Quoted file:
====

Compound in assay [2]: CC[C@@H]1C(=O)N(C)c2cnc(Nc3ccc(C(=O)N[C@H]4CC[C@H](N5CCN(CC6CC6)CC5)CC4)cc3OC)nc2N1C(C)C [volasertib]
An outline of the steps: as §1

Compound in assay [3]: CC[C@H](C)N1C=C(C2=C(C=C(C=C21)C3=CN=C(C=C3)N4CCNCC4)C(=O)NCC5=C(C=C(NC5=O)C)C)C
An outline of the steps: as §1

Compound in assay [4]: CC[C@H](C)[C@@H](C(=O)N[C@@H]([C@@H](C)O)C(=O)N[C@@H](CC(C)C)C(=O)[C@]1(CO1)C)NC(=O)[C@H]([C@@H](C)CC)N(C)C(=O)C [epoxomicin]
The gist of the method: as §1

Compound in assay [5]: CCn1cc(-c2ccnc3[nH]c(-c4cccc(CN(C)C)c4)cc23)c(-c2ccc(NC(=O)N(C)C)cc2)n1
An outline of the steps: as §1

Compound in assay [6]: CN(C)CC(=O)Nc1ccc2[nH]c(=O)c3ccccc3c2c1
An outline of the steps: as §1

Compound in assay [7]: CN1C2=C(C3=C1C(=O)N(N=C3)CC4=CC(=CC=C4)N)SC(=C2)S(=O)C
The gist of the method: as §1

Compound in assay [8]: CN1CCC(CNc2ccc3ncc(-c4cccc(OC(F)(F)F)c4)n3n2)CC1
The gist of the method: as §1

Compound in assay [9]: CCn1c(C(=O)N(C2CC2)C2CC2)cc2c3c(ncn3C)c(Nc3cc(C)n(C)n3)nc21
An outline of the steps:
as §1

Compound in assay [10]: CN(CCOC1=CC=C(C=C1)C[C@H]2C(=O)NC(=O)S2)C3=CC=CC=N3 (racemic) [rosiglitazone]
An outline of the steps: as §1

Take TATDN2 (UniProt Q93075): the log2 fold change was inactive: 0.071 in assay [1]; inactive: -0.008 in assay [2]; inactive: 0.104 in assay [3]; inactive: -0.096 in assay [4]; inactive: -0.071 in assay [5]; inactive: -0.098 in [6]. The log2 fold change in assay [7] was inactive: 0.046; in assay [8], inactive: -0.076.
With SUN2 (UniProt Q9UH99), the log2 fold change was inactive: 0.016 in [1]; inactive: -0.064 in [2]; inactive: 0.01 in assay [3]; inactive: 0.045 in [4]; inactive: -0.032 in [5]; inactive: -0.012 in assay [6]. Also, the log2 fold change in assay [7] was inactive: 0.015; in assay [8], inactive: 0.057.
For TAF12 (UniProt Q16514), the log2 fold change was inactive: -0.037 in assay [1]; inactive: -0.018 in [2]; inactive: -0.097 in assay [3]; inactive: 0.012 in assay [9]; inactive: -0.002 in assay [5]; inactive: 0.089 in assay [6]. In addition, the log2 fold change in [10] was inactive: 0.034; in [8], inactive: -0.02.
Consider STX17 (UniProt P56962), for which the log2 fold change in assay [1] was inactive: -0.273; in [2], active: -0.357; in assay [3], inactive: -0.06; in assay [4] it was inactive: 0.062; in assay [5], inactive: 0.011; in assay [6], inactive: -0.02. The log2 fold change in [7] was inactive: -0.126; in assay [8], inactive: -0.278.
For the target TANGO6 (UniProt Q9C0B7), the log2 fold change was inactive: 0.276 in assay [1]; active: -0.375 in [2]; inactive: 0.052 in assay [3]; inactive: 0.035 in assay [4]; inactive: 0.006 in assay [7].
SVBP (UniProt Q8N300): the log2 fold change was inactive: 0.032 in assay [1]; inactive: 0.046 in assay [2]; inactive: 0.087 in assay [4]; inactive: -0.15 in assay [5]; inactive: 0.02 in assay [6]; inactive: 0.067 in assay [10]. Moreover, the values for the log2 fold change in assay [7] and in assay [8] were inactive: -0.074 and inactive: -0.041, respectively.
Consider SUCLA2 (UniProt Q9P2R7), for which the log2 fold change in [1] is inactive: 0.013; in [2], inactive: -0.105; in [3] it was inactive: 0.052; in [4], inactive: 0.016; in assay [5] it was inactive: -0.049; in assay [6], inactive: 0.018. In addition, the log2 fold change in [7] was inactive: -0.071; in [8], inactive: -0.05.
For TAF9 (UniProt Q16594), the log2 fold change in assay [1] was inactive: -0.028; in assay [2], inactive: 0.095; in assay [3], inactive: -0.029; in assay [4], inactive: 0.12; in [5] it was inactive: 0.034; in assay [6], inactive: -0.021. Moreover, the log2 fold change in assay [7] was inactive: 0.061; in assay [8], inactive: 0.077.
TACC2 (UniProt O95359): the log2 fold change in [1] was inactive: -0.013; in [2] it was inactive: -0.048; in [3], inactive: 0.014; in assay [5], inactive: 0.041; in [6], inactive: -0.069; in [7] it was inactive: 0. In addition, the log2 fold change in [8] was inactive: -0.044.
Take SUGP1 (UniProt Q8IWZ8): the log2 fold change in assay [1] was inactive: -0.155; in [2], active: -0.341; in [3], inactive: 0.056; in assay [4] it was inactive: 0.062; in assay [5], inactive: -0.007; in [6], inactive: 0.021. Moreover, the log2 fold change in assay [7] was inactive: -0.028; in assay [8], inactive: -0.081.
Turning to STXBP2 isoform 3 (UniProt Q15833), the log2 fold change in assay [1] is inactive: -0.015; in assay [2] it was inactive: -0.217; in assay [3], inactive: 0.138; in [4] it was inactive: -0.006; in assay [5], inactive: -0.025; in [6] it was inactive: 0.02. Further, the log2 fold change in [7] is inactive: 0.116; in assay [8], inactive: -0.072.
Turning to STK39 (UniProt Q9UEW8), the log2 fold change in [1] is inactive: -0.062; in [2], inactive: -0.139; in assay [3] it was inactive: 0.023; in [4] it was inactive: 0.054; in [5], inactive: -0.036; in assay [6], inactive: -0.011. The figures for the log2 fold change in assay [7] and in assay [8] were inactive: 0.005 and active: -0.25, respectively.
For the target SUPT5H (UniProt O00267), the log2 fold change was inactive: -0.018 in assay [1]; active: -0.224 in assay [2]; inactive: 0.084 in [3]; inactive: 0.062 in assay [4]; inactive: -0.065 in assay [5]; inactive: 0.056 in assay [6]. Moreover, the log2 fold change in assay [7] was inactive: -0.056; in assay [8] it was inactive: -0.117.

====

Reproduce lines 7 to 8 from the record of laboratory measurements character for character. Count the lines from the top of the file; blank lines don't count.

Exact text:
Compound in assay [5]: CCn1cc(-c2ccnc3[nH]c(-c4cccc(CN(C)C)c4)cc23)c(-c2ccc(NC(=O)N(C)C)cc2)n1
An outline of the steps: as §1